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When most people think of ecotourism in the tropics Costa Rica usually comes to mind but Colombia has levels of biodiversity that completely blows its northern neighbour away.

Colombia is the second most biodiverse country in the world. Only Brazil offers more biodiversity but it is 7 times the size of Colombia so a visit to Colombia will likely expose you to more biodiversity than anywhere else in the world.

With two coastlines along the Caribbean Coast and the Pacific Ocean, the highest coastal mountains in the world, a fascinating slice of the Amazon rainforests, páramos highland surrounding its major cities of Bogota and Medellin, and the most species of birds of any country of Earth — Colombia is a nature lover’s paradise.

If you are considering a trip to Colombia, here are some nature documentaries about Colombia’s unique biodiversity and the emerging ecotourism industry in the country.

1. Colombia’s Wild Magic

Colombia Magia Salvaje (translatable into English as Colombia’s Wild Magic) is a Colombian documentary film released in 2015. The documentary film is a sample of the biodiversity of Colombia, recorded in 85 different locations to achieve the portrait of 20 ecosystems. The film is in Spanish but you can easily add subtitles (which can help you improve your Spanish to visit the country!).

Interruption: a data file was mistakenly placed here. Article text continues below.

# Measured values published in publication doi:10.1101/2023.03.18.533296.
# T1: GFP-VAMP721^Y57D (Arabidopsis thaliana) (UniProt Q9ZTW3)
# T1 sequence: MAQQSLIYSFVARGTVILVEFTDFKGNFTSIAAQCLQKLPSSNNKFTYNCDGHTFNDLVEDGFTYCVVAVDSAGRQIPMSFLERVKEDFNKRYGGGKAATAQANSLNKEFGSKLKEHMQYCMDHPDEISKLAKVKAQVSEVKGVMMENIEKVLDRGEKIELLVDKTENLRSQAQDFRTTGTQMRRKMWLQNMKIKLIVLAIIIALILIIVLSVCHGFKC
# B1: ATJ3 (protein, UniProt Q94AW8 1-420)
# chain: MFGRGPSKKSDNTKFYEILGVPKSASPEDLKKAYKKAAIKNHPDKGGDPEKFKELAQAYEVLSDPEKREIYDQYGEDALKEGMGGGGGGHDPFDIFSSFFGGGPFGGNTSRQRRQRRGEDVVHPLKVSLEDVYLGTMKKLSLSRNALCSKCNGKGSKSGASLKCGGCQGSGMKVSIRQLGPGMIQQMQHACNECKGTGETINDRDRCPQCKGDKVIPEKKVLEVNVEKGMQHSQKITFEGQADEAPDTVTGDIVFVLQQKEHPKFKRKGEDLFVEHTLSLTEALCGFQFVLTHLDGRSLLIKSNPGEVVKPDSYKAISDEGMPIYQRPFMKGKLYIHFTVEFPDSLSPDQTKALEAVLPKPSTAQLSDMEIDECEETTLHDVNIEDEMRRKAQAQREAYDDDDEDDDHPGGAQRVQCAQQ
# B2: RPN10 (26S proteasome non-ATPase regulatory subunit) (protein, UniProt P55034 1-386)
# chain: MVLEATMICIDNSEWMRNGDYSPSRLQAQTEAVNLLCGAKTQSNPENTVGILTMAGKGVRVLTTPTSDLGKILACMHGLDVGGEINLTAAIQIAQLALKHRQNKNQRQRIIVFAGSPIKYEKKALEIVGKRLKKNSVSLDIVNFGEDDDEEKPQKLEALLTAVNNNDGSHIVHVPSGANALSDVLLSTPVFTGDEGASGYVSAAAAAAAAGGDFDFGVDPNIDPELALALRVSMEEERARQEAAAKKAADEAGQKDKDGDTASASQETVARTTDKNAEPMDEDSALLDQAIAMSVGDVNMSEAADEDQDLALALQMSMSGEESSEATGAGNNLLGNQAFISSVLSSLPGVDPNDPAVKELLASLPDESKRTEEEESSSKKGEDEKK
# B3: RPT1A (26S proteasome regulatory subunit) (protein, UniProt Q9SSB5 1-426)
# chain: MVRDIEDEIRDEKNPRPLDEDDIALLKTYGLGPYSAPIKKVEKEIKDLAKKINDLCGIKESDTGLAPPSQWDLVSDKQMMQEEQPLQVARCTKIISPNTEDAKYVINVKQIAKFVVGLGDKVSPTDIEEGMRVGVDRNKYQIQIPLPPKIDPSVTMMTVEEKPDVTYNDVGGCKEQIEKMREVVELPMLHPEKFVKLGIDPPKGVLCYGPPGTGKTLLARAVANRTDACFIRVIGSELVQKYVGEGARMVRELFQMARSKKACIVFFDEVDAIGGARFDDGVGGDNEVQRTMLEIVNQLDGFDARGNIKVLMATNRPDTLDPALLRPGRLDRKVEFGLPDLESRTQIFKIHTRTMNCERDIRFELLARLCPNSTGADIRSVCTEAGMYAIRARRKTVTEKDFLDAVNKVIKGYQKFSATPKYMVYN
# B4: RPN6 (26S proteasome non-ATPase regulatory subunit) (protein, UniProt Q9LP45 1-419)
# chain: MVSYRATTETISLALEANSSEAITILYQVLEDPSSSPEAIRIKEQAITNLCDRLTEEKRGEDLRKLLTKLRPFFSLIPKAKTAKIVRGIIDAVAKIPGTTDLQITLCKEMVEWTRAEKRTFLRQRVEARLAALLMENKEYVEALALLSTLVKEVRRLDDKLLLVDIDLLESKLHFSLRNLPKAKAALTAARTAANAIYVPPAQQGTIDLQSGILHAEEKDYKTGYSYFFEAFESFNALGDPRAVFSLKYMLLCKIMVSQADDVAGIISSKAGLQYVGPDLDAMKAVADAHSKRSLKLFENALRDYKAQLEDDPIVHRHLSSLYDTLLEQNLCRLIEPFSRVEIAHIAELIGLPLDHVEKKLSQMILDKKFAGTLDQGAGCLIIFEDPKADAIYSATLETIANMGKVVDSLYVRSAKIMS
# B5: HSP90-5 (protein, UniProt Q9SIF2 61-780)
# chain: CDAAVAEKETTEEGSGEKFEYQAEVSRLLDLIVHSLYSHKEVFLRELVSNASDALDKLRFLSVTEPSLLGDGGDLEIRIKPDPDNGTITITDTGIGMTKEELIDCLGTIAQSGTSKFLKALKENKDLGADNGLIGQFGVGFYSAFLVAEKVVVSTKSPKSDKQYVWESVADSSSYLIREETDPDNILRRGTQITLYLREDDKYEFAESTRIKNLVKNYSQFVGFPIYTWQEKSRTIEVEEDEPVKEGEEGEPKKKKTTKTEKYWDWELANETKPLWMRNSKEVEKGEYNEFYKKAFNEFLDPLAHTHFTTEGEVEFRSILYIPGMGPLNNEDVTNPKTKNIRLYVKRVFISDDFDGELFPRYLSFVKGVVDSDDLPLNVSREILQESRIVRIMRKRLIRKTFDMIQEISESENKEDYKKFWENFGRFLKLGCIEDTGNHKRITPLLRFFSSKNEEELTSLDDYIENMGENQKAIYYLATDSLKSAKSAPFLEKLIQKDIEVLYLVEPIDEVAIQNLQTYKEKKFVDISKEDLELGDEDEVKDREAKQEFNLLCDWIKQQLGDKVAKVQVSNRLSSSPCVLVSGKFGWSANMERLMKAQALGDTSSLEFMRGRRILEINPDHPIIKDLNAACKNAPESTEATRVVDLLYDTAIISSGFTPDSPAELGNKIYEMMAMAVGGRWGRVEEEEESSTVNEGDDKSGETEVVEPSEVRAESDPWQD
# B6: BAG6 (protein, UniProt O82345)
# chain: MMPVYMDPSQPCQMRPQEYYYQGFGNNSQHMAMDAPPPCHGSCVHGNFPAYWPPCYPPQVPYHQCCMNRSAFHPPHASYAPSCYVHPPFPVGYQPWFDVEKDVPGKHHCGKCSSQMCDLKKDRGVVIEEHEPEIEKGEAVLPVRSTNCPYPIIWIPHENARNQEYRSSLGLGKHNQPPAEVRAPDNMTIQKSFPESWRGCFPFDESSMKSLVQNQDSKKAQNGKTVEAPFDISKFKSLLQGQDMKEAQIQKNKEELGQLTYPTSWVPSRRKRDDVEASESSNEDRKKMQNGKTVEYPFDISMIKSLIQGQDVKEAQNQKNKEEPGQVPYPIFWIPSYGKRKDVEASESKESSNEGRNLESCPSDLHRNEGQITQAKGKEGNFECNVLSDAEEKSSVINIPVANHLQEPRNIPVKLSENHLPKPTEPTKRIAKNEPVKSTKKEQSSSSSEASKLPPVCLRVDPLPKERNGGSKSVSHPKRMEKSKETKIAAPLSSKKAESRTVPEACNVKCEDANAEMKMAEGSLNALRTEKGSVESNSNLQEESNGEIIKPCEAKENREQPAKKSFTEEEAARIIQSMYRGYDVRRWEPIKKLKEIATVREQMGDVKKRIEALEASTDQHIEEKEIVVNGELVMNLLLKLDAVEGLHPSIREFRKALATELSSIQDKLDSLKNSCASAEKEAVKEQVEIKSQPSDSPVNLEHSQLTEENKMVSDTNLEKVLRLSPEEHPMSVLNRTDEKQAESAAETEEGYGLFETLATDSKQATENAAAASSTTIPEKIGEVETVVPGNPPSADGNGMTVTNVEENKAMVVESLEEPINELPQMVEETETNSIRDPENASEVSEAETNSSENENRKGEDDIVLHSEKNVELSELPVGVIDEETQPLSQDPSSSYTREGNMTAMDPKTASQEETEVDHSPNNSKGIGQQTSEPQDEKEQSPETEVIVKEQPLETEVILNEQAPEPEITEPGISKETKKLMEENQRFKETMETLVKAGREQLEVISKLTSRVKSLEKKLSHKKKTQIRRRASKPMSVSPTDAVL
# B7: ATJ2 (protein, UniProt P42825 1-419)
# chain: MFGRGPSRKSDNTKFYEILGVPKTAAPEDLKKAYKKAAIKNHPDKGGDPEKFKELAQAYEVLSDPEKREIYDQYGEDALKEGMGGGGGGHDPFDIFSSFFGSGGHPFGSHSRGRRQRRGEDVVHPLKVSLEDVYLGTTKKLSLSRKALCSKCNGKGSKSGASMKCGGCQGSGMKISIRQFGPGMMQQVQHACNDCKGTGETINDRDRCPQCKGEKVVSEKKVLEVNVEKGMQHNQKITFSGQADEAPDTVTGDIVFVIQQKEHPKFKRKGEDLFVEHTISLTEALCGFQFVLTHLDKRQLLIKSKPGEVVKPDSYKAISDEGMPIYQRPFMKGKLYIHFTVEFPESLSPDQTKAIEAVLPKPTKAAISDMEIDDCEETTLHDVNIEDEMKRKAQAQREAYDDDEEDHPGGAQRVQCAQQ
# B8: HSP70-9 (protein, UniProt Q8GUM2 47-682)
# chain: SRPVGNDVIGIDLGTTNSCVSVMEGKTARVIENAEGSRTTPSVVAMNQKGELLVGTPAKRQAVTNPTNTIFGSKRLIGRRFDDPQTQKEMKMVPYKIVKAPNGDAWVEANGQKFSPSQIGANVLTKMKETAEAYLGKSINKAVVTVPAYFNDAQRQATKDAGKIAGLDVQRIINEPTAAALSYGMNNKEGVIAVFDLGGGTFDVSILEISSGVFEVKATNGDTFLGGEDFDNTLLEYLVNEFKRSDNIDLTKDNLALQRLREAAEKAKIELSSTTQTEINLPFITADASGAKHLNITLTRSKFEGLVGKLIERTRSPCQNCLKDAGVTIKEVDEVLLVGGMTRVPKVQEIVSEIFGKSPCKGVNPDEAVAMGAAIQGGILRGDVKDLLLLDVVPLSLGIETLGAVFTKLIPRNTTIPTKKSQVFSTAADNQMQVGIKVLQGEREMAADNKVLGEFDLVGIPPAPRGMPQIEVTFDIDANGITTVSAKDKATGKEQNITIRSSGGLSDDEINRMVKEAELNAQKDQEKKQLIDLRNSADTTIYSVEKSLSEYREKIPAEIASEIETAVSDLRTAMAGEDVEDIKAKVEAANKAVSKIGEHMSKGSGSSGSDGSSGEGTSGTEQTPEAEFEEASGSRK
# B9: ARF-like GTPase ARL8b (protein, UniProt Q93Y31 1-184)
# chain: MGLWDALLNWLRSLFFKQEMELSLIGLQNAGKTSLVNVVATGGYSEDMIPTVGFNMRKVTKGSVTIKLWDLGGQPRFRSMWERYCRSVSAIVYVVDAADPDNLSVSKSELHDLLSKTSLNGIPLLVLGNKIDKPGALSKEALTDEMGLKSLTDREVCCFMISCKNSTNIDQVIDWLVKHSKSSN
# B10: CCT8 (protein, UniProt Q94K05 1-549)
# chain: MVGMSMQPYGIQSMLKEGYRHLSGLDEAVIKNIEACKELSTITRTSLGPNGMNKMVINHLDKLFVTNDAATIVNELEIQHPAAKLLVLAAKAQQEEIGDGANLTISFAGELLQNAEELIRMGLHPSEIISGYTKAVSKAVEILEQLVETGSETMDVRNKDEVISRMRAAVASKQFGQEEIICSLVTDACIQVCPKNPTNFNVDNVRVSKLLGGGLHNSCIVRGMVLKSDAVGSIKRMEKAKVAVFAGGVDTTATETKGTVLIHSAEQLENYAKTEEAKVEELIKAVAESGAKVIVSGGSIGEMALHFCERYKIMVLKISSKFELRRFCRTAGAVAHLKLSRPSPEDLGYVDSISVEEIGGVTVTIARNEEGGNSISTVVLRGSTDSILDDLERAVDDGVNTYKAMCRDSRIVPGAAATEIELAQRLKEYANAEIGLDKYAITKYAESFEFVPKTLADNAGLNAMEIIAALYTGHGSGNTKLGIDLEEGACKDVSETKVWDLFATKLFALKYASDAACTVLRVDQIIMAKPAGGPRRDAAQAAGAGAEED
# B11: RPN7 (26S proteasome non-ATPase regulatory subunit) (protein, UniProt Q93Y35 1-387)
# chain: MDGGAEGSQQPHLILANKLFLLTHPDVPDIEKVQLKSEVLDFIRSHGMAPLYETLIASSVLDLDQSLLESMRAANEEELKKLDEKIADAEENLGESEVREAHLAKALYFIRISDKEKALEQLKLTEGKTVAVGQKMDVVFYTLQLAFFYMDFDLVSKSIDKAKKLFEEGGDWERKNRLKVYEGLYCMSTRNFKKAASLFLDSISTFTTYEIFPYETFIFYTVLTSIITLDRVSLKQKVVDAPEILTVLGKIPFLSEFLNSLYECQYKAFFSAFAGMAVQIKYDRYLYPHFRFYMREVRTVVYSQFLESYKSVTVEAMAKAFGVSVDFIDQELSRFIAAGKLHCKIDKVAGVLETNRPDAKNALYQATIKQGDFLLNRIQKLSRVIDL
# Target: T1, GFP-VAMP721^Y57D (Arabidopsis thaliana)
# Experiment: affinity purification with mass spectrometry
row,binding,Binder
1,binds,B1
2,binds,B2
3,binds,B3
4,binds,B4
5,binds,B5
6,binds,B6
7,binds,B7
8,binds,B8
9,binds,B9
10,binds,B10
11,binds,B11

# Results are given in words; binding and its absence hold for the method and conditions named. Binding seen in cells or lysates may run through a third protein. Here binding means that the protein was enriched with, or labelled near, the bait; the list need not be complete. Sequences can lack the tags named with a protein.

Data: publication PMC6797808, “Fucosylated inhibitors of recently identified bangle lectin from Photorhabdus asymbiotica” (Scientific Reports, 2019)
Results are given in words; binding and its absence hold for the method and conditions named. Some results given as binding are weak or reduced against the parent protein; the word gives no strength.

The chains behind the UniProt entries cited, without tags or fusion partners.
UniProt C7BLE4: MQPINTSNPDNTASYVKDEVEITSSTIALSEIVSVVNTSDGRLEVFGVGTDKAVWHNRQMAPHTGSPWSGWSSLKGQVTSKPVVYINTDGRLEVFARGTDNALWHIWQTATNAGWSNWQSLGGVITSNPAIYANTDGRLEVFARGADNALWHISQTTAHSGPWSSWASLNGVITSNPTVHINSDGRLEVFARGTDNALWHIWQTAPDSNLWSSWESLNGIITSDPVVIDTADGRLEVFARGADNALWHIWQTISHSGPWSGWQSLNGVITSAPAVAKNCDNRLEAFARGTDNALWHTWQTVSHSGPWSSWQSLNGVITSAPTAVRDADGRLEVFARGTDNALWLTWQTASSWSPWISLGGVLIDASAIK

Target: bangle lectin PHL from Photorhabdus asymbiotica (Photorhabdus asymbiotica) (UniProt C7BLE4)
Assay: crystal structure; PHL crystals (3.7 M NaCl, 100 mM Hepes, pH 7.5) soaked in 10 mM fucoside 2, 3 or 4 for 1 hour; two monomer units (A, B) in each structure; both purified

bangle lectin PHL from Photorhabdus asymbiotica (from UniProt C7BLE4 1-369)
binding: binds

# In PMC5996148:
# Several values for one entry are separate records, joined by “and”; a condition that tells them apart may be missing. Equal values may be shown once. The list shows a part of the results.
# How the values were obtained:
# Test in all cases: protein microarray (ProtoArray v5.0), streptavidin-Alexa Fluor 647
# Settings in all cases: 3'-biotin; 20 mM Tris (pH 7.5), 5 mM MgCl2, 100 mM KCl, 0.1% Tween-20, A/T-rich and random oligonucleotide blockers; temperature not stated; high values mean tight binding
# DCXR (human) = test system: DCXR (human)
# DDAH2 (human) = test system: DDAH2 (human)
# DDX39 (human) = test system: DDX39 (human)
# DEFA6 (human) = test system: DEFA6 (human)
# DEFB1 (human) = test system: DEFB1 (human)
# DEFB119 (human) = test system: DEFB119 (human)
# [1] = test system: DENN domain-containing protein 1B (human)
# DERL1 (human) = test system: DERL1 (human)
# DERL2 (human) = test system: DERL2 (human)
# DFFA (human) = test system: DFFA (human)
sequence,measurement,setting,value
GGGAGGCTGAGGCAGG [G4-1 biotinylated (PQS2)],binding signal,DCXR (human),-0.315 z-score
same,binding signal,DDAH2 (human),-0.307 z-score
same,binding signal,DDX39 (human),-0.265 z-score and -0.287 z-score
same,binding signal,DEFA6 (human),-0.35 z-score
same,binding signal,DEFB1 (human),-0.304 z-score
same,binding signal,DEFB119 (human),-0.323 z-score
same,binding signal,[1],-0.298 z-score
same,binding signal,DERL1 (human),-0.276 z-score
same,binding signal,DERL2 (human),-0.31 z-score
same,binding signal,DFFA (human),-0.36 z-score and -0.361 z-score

2. The Birders: A Melodic Journey Through Northern Colombia

The Birders, a documentary film on Colombian bird biodiversity that highlights Colombian local birdwatching guide, Diego Calderon-Franco and National Geographic photographer/videographer Keith Ladzinski as they travel through one of the most diverse bird regions in the world to capture new and rare birds that have never been filmed before.

3. Destination Wild Colombia: Chiribiquete

There’s a lost world buried in the Colombian Amazon. Biologist Bianca Huertas and photographer Francisco Forero experience incredible highs and a few lows as they explore regions hidden within Colombia’s Amazon visiting prehistoric towers, waterfalls and deep canyons surrounded by rivers, lakes and rainforests bursting with life.

Kyle Pearce

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